Again I have to start with the intricacies of language and Rózsa Hoffmann's choice of words in formulating her ideas on education. The Hungarian word for "public education" is "közoktatás." But Hoffmann is not satisfied with this description of the work of the schools. She is an ideologue for whom school is not just a place where teachers teach their subjects and hope that the students will retain some of the knowledge they acquire. For her school has a "nurturing" (nevelési) function where children also learn about values. What kinds of values? From the text of the bill it is obvious that they will be the ones the state finds "valuable."
In order to highlight this distinction between "education" and "nurturing," the bill that normally would have been entitled "közoktatási törvény" is called "köznevelési törvény." "Nevelni" means to "nurture." The word "köznevelés" until Hoffmann arrived on the scene to reform Hungarian education meant something else. According to Magyar Értelmező Szótár, "köznevelés" means "activities conducted in school or outside of it in the interest of raising the general and professional knowledge of youth." Well, no longer. Now each school is part of Hungary's "public nurturing" network!
I wonder how long it will take for the concept of "köznevelés" to die out. Because, let's hope, Rózsa Hoffmann and the Christian Democrats who came up with these dangerous ideas on education will one day disappear. Once the Orbán government is gone I'm sure the governmental structure will go back to normal where there will a ministry devoted to education. Surely, this ministry won't be called the "nurturing ministry."
The seventy-five-page document can be read in its entirety on the website of the Ministry of National Resources. The bill reflects the Orbán government's general tendency toward centralization. Schools will be taken out of the hands of the local governments. If the bill is accepted in its present form, the ministry will appoint the principals and 90% of the curriculum will also be centrally determined. After all, Rózsa Hoffmann is accustomed to a school system where all the children from Szentgotthárd to Debrecen and from Budapest to Szeged learned exactly the same thing from the same books. Apparently, though, even Hoffmann decided that a fixed list of textbooks might not be to the liking of either teachers or parents, but the list of possible textbooks will be shortened considerably.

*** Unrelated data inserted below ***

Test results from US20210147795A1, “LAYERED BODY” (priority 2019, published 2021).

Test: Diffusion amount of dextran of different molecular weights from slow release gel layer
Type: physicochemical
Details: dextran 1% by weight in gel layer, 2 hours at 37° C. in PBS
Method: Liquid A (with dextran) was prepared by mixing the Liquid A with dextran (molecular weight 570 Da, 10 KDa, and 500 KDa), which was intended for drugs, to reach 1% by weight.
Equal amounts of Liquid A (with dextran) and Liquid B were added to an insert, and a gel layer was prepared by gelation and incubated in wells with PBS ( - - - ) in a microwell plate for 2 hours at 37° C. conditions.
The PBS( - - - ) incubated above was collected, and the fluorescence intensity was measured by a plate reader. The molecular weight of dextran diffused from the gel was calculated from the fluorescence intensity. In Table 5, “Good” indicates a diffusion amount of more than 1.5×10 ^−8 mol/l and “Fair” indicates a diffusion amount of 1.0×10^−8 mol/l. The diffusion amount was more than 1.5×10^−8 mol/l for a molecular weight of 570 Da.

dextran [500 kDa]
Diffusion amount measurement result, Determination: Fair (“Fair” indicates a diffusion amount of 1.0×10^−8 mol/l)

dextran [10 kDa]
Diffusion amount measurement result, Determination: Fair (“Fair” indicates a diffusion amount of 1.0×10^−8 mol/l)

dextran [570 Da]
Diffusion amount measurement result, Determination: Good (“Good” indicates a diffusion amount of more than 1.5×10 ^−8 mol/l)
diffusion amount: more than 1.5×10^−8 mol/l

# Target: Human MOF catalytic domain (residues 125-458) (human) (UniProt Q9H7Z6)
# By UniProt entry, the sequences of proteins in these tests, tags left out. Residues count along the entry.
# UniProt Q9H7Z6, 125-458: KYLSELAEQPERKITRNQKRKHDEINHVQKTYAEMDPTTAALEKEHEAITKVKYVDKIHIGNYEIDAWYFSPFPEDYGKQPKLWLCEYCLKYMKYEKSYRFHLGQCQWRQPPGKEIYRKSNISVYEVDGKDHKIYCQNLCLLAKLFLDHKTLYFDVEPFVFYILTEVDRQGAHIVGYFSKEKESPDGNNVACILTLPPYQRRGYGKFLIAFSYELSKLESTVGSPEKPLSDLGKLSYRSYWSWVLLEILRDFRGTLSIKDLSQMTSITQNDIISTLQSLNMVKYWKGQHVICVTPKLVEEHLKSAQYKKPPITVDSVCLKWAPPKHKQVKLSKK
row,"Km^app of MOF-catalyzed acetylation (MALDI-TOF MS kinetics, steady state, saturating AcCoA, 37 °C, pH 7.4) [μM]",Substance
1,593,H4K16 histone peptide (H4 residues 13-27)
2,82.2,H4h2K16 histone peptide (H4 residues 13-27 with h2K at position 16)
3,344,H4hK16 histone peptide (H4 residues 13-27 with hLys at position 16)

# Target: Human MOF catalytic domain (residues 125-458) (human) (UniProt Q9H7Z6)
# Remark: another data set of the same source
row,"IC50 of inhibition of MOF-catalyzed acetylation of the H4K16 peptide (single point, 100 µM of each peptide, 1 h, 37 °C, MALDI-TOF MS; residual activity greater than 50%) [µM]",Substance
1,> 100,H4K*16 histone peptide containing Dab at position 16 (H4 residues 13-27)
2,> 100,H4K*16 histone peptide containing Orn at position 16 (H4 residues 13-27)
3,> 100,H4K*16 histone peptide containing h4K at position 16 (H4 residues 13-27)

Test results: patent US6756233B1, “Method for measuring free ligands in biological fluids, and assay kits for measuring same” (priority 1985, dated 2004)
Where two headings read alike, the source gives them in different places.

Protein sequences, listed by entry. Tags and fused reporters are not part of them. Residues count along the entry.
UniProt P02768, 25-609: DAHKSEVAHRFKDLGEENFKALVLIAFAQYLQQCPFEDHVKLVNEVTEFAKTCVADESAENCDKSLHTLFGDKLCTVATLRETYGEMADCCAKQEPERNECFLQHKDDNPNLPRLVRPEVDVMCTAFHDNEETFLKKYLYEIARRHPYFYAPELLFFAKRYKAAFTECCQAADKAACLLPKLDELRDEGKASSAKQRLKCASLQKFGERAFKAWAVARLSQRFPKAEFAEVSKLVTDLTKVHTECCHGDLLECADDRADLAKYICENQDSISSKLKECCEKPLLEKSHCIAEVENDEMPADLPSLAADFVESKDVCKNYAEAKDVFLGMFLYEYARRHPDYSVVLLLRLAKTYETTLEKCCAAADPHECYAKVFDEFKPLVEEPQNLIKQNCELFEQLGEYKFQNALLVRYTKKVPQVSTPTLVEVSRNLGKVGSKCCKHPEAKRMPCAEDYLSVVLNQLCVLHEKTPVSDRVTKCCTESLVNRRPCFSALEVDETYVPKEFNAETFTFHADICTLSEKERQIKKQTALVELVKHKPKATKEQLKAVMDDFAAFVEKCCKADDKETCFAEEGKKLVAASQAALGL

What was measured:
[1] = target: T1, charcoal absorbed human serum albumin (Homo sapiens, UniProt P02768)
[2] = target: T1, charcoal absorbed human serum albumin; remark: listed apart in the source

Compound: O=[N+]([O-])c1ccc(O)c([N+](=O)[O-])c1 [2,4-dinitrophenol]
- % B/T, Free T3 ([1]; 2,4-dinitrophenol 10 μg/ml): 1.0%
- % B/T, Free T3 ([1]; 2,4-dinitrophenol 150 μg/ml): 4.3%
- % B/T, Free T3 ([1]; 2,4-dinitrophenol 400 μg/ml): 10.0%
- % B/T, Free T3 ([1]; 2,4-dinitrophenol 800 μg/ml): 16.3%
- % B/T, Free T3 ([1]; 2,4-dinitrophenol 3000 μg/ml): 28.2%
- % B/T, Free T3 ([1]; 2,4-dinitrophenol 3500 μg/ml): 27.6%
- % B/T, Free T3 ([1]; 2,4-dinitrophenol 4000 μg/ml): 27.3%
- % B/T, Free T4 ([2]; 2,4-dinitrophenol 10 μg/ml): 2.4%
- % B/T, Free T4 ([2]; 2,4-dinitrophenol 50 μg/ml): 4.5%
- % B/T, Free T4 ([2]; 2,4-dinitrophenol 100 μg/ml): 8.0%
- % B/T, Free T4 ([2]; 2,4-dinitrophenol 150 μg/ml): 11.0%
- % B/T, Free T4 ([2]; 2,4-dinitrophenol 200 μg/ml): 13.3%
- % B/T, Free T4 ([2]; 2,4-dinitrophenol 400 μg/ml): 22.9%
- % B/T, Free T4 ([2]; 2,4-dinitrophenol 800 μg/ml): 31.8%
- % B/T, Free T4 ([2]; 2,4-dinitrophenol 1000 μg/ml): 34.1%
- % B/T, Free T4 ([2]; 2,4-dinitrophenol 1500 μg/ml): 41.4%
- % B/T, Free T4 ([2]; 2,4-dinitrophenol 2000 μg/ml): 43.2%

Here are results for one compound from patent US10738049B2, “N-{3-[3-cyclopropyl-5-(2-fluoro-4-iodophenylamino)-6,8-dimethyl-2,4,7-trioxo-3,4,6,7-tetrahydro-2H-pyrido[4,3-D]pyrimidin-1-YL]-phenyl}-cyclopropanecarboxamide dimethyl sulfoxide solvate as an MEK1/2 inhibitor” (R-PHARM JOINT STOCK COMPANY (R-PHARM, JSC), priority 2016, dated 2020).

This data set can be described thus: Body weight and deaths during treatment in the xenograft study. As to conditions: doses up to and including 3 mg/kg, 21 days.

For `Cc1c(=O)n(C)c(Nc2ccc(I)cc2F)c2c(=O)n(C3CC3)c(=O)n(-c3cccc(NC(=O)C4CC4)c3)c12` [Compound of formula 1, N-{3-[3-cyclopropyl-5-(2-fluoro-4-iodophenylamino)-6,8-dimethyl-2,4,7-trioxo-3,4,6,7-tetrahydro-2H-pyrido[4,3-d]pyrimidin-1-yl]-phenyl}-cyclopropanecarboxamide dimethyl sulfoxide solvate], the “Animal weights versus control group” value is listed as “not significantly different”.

Hoffmann likes to invent new concepts to which new words are attached. This gives an intellectual veneer to her rather pedestrian view of education. So, let's go back to language. "Public nurturing" is not a "szolgáltatás" but a "szolgálat." "Szolgáltatás" is "provision" while "szolgálat" is "service," but the Hungarian word is associated with "szolga" which means servant. Perhaps I'm not too far off in thinking that Rózsa Hoffmann might even have conceived of "szolgálat" in the sense of religious service.
There are other oddities in this bill that worry me. One is that schools are supposed to "produce people who are capable of independent Hungarian thinking and who are committed to the fundamental values of the national community." In another part of the document it is stated that "the goal of the public nurturing is to teach every Hungarian children to think and speak in Hungarian."
Let's start with "Hungarian thinking." Surely, Ms Hoffmann isn't simply envisaging thought processes conducted in Hungarian because if one's mother tongue is Hungarian and one lives in a Hungarian-language environment that person will think in Hungarian. No, here the bill is talking about something much more serious: they want to produce people who think in an "independent Hungarian" way. And that to me can mean only one thing. The schools will inculcate the children with a good dose of Hungarian nationalism. Moreover, the state's ideal will be the man or woman who subordinates his or her individuality to perceived national values. The community first, then the individual.
What will the schools of the "government of national cause" (a nemzeti ügyek kormánya) teach besides academic subjects? "Moral and intellectual values characterize the entirety of public nurturing. First and foremost, love, trust, honesty, work, knowledge, justice, order, freedom, equity, solidarity, and the rejection of all types of discrimination."
And finally, Hoffman promises all children the opportunity to join the ranks of "the national middle class." Don't ask me what distinguishes the national middle class from the simple middle class.
These are the most egregious ideas in the bill, at least to my mind, but I fear that it will pass without substantial revisions. After all, Viktor Orbán needs the Christian Democratic votes without which there is no two-thirds majority. And Hoffmann belongs to the Christian Democratic caucus. While Matolcsy is ruining the Hungarian economy, Hoffmann has been working hard to do the same in the field of education. Oh, pardon me! In the nurturing department!